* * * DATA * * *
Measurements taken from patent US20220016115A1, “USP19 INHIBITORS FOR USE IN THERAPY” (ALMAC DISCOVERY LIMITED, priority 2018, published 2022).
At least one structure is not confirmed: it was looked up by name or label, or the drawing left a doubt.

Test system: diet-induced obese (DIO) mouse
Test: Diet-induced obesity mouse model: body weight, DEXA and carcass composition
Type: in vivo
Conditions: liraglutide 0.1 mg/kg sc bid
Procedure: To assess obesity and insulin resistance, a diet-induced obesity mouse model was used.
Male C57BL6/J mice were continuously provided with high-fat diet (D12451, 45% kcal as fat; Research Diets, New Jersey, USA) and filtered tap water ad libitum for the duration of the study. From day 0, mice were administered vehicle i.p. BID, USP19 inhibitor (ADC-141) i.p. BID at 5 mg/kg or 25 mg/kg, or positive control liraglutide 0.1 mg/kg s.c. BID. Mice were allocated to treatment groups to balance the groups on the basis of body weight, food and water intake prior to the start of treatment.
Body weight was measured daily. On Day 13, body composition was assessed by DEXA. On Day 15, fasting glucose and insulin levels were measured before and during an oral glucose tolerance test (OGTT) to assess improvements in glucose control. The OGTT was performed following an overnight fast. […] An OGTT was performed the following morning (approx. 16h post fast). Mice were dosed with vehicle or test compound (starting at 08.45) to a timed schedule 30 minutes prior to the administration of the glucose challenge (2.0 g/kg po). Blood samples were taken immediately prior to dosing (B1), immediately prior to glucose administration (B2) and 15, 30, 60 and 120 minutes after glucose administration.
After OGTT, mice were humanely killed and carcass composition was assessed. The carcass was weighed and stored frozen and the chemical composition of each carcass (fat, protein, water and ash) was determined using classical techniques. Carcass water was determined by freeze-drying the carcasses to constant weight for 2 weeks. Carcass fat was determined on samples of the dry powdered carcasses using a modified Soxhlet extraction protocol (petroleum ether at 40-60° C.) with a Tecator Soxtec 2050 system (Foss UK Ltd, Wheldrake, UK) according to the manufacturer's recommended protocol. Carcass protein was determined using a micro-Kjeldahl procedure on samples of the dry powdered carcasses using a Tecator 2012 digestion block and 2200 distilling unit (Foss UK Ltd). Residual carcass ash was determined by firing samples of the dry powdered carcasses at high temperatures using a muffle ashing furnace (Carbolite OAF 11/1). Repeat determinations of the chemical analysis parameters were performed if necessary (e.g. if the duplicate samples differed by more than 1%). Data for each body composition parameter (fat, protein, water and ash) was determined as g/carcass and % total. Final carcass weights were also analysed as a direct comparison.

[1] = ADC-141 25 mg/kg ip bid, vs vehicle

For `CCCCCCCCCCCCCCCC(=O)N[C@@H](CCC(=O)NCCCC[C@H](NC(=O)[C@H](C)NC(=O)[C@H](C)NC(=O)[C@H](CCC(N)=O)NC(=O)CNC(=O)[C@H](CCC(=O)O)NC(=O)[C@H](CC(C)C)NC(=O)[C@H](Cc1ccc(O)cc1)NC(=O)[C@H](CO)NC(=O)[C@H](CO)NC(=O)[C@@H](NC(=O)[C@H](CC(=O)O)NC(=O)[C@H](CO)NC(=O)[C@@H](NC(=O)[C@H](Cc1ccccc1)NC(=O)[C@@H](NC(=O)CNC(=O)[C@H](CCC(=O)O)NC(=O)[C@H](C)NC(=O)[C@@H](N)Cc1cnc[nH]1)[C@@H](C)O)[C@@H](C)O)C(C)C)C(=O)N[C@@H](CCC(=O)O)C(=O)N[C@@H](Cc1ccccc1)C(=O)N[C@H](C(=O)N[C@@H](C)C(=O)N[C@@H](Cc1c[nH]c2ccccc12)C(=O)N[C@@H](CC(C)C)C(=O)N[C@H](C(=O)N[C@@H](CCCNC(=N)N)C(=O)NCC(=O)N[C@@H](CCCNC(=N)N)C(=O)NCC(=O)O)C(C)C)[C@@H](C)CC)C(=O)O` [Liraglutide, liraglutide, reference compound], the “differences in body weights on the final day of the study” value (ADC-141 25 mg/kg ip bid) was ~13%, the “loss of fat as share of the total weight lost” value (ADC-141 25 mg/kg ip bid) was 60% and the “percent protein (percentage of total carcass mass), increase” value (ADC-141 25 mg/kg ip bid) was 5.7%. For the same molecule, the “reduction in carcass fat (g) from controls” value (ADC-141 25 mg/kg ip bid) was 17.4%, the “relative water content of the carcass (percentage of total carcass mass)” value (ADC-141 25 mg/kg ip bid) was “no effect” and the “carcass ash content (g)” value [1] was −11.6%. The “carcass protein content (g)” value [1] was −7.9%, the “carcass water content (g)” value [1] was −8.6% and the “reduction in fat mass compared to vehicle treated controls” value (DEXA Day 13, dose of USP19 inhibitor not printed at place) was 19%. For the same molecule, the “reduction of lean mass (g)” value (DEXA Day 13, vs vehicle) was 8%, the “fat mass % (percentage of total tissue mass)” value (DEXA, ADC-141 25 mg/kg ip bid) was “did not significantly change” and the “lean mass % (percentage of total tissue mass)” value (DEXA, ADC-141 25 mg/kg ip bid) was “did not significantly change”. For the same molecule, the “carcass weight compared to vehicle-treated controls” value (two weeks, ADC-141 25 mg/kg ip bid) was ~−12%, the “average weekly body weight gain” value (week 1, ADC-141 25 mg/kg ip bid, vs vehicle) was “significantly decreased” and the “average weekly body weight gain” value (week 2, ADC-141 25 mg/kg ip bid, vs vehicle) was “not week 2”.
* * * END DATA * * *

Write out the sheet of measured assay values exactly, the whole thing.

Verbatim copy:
Measurements taken from patent US20220016115A1, “USP19 INHIBITORS FOR USE IN THERAPY” (ALMAC DISCOVERY LIMITED, priority 2018, published 2022).
At least one structure is not confirmed: it was looked up by name or label, or the drawing left a doubt.

Test system: diet-induced obese (DIO) mouse
Test: Diet-induced obesity mouse model: body weight, DEXA and carcass composition
Type: in vivo
Conditions: liraglutide 0.1 mg/kg sc bid
Procedure: To assess obesity and insulin resistance, a diet-induced obesity mouse model was used.
Male C57BL6/J mice were continuously provided with high-fat diet (D12451, 45% kcal as fat; Research Diets, New Jersey, USA) and filtered tap water ad libitum for the duration of the study. From day 0, mice were administered vehicle i.p. BID, USP19 inhibitor (ADC-141) i.p. BID at 5 mg/kg or 25 mg/kg, or positive control liraglutide 0.1 mg/kg s.c. BID. Mice were allocated to treatment groups to balance the groups on the basis of body weight, food and water intake prior to the start of treatment.
Body weight was measured daily. On Day 13, body composition was assessed by DEXA. On Day 15, fasting glucose and insulin levels were measured before and during an oral glucose tolerance test (OGTT) to assess improvements in glucose control. The OGTT was performed following an overnight fast. […] An OGTT was performed the following morning (approx. 16h post fast). Mice were dosed with vehicle or test compound (starting at 08.45) to a timed schedule 30 minutes prior to the administration of the glucose challenge (2.0 g/kg po). Blood samples were taken immediately prior to dosing (B1), immediately prior to glucose administration (B2) and 15, 30, 60 and 120 minutes after glucose administration.
After OGTT, mice were humanely killed and carcass composition was assessed. The carcass was weighed and stored frozen and the chemical composition of each carcass (fat, protein, water and ash) was determined using classical techniques. Carcass water was determined by freeze-drying the carcasses to constant weight for 2 weeks. Carcass fat was determined on samples of the dry powdered carcasses using a modified Soxhlet extraction protocol (petroleum ether at 40-60° C.) with a Tecator Soxtec 2050 system (Foss UK Ltd, Wheldrake, UK) according to the manufacturer's recommended protocol. Carcass protein was determined using a micro-Kjeldahl procedure on samples of the dry powdered carcasses using a Tecator 2012 digestion block and 2200 distilling unit (Foss UK Ltd). Residual carcass ash was determined by firing samples of the dry powdered carcasses at high temperatures using a muffle ashing furnace (Carbolite OAF 11/1). Repeat determinations of the chemical analysis parameters were performed if necessary (e.g. if the duplicate samples differed by more than 1%). Data for each body composition parameter (fat, protein, water and ash) was determined as g/carcass and % total. Final carcass weights were also analysed as a direct comparison.

[1] = ADC-141 25 mg/kg ip bid, vs vehicle

For `CCCCCCCCCCCCCCCC(=O)N[C@@H](CCC(=O)NCCCC[C@H](NC(=O)[C@H](C)NC(=O)[C@H](C)NC(=O)[C@H](CCC(N)=O)NC(=O)CNC(=O)[C@H](CCC(=O)O)NC(=O)[C@H](CC(C)C)NC(=O)[C@H](Cc1ccc(O)cc1)NC(=O)[C@H](CO)NC(=O)[C@H](CO)NC(=O)[C@@H](NC(=O)[C@H](CC(=O)O)NC(=O)[C@H](CO)NC(=O)[C@@H](NC(=O)[C@H](Cc1ccccc1)NC(=O)[C@@H](NC(=O)CNC(=O)[C@H](CCC(=O)O)NC(=O)[C@H](C)NC(=O)[C@@H](N)Cc1cnc[nH]1)[C@@H](C)O)[C@@H](C)O)C(C)C)C(=O)N[C@@H](CCC(=O)O)C(=O)N[C@@H](Cc1ccccc1)C(=O)N[C@H](C(=O)N[C@@H](C)C(=O)N[C@@H](Cc1c[nH]c2ccccc12)C(=O)N[C@@H](CC(C)C)C(=O)N[C@H](C(=O)N[C@@H](CCCNC(=N)N)C(=O)NCC(=O)N[C@@H](CCCNC(=N)N)C(=O)NCC(=O)O)C(C)C)[C@@H](C)CC)C(=O)O` [Liraglutide, liraglutide, reference compound], the “differences in body weights on the final day of the study” value (ADC-141 25 mg/kg ip bid) was ~13%, the “loss of fat as share of the total weight lost” value (ADC-141 25 mg/kg ip bid) was 60% and the “percent protein (percentage of total carcass mass), increase” value (ADC-141 25 mg/kg ip bid) was 5.7%. For the same molecule, the “reduction in carcass fat (g) from controls” value (ADC-141 25 mg/kg ip bid) was 17.4%, the “relative water content of the carcass (percentage of total carcass mass)” value (ADC-141 25 mg/kg ip bid) was “no effect” and the “carcass ash content (g)” value [1] was −11.6%. The “carcass protein content (g)” value [1] was −7.9%, the “carcass water content (g)” value [1] was −8.6% and the “reduction in fat mass compared to vehicle treated controls” value (DEXA Day 13, dose of USP19 inhibitor not printed at place) was 19%. For the same molecule, the “reduction of lean mass (g)” value (DEXA Day 13, vs vehicle) was 8%, the “fat mass % (percentage of total tissue mass)” value (DEXA, ADC-141 25 mg/kg ip bid) was “did not significantly change” and the “lean mass % (percentage of total tissue mass)” value (DEXA, ADC-141 25 mg/kg ip bid) was “did not significantly change”. For the same molecule, the “carcass weight compared to vehicle-treated controls” value (two weeks, ADC-141 25 mg/kg ip bid) was ~−12%, the “average weekly body weight gain” value (week 1, ADC-141 25 mg/kg ip bid, vs vehicle) was “significantly decreased” and the “average weekly body weight gain” value (week 2, ADC-141 25 mg/kg ip bid, vs vehicle) was “not week 2”.